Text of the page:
Charting the path to Malaysian football's future: FMLLP discusses key topics of the seasons ahead
It was a rollercoaster season for Football Malaysia Limited Liability Partnership (FMLLP) in its first year managing the Malaysian League.
There were grouses over the league’s hectic schedule, the long break between the penultimate and the final round of matches in the second half of the season and the countless poor decisions made by referees in matches.
FMLLP were also criticised by teams for matters not under its jurisdiction such as legal and disciplinary issues.
Having experienced all these challengers, FMLLP have now pledged to work harder and make upcoming seasons grander and better.
CEO Kevin Ramalingam acknowledged that FMLLP did not anticipate some of the issues that prompted up in the just-concluded season.
Ramalingam recently revealed to FourFourTwo some of the things that fans can expect in the upcoming season and the season after that.
The league schedule
Many teams criticised FMLLP for the hectic schedule in recent season.
Perak coach Karl-Heinz Weigang labeled the schedule ‘inhumane’ while some teams blamed it for their poor performances due to fatigue and injuries.
But the bad news is that Ramalingam does not expect the schedule to be any better next season.
FMLLP have drawn up a schedule of 41 match days in total for domestic competitions after taking account the international breaks, public holidays, the Ramadan month and the Southeast Asian (SEA) Games in August.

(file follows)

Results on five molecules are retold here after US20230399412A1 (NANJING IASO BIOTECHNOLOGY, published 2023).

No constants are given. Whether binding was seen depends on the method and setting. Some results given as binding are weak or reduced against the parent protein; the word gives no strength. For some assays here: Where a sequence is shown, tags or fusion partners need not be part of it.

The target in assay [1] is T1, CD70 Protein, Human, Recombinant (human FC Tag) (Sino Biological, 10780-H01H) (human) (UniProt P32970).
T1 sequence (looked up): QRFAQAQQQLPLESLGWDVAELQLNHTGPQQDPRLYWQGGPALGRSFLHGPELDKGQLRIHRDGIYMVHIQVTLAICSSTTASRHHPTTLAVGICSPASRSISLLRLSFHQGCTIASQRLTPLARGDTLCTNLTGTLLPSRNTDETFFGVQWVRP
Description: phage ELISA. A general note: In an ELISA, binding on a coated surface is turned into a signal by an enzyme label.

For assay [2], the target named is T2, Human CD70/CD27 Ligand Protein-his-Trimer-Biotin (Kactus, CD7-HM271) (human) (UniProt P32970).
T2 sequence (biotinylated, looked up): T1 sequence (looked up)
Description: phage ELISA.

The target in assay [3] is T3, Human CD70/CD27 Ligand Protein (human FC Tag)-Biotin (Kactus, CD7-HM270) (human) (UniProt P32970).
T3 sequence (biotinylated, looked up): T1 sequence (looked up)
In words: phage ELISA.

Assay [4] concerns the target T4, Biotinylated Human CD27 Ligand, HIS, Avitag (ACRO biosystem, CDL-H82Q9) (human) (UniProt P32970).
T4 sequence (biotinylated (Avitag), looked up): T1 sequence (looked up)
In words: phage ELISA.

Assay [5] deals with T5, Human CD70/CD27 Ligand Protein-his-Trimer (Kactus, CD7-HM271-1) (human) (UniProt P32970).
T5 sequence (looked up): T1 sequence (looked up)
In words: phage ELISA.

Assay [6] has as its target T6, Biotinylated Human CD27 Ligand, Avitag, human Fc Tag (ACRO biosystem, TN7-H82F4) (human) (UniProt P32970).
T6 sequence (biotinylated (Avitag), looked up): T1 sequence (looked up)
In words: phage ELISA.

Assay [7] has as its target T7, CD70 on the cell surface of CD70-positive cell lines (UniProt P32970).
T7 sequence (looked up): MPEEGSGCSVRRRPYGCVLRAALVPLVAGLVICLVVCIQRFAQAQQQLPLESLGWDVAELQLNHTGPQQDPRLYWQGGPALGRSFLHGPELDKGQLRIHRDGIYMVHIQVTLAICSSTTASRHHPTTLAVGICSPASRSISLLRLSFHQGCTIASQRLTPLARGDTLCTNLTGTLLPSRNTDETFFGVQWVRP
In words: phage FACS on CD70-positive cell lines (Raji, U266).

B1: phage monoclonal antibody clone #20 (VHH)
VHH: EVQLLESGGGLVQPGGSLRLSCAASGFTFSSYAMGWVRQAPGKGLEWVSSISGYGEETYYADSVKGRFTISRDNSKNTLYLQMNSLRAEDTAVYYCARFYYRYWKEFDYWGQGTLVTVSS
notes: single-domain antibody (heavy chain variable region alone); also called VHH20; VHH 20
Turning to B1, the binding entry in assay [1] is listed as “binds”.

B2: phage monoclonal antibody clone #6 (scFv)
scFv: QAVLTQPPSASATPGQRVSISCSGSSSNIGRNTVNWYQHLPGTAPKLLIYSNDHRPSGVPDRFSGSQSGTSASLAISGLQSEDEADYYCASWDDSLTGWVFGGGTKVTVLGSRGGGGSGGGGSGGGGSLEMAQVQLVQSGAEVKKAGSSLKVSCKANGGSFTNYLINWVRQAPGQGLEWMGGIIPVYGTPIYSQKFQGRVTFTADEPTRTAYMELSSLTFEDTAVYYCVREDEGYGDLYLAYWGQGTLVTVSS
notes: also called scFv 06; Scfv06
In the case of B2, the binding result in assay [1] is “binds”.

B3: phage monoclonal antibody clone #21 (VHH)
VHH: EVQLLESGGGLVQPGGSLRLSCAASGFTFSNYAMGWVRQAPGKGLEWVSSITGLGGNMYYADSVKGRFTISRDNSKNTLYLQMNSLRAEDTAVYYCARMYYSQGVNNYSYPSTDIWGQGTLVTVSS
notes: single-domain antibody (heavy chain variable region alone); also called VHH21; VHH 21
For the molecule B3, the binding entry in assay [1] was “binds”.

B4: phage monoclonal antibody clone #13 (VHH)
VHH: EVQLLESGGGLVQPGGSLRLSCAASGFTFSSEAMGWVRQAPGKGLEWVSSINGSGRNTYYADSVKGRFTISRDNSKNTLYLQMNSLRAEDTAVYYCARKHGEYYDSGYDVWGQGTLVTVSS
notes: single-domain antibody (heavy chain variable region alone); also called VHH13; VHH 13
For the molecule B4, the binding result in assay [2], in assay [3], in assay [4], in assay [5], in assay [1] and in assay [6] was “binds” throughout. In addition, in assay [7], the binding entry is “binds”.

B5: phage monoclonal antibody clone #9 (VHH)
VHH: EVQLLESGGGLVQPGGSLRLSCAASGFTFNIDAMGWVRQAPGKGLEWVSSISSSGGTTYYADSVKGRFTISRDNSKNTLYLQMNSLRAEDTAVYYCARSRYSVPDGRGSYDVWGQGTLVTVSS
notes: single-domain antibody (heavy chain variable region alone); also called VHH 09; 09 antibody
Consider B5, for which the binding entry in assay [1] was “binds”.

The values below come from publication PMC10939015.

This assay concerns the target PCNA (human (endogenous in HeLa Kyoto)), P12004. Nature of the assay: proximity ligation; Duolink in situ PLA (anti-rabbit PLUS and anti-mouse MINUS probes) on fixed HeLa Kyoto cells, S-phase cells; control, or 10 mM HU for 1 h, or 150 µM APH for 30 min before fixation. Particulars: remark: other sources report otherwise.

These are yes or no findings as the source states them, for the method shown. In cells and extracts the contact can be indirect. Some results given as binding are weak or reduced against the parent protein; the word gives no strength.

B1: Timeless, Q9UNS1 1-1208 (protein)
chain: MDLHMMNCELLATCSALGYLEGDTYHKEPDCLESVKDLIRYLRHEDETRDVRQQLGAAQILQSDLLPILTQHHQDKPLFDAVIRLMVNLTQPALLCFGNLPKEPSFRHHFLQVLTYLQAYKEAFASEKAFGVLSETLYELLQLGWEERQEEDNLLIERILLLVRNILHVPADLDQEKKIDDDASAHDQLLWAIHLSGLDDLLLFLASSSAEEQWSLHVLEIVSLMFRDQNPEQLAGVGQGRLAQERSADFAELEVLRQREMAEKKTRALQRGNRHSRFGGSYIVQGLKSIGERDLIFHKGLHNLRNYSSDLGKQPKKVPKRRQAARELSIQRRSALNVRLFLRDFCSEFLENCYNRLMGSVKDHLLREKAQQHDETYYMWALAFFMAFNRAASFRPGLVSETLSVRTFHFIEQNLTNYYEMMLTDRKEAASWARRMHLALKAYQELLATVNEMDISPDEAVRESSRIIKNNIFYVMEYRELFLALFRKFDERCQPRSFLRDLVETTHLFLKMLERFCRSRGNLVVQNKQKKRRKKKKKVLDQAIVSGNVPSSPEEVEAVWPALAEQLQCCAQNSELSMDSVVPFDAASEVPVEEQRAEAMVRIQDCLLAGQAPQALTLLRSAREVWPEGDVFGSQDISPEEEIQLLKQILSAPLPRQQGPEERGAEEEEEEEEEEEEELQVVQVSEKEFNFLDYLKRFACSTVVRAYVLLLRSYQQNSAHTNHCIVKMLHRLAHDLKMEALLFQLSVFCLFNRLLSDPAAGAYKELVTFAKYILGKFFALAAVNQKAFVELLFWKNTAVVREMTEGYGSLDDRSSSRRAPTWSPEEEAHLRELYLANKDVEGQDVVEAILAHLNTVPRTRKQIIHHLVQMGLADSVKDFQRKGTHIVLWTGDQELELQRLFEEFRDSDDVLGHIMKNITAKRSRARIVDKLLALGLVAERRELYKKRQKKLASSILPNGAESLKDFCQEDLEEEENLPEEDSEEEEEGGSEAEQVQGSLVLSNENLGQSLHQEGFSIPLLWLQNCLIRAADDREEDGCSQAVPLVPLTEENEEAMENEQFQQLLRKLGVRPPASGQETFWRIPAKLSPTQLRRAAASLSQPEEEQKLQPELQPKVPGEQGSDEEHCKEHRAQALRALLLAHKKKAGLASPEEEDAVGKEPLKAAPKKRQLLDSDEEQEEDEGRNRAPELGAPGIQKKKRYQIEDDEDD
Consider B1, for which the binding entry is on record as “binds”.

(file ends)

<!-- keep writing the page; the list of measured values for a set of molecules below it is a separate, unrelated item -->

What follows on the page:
Next season will be hectic due to the SEA Games in August. The league will go on a break a week before the biennial games and will still end in October.
FMLLP’s proposed schedule, which is awaiting approval, tentatively starts in mid-January and ends in October.
The Malaysia Super League (MSL) and the Malaysia Premier League (MPL) will go on a three-week break for the SEA Games in August.
But the super-packed domestic schedule means the national team will not have the privilege of assembling for longer periods ahead of matches.
From next year, the league will only take short breaks to accommodate the national team outside the FIFA calendar.
National trainees will only gather seven or less days ahead of matches unlike in some periods of the recent season, where they had trained 10 or more days for games.
“We drew up the schedule in advance for the recent season but it had to be amended. The season was supposed to start in mid-January but it was pushed forward to mid-February as teams wanted a longer preseason,” Ramalingam told FourFourTwo.
“The season was tight as in some periods, teams had to play matches every two or three days but the schedule in Malaysia is not as taxing as leagues in Europe.
“We had 41 match days and two catch-up dates last season, and we used all of them. Next season will be hectic due to the SEA Games in August.
“The league will go on a break a week before the biennial games and immediately restart after that. Next season will, however, still end in October.”
A sponsor wouldn’t want to invest in a club that plays for only five months in a season.
FMLLP will also not shorten the durations of the MSL and MPL next season as the move will not bring any technical and commercial benefits to teams.
“We cannot start in January and end the league in July as teams who do not qualify for the Malaysia Cup will lose out in terms of sponsorship and quality matches.
“A sponsor wouldn’t want to invest in a club that plays for only five months in a season.
“We want all teams to be involved until the end of the season. It’s a move that will benefit teams in the long run,” he added.
FMLLP also do not plan to increase the number of teams at the moment and there will be no format change in all competitions next year.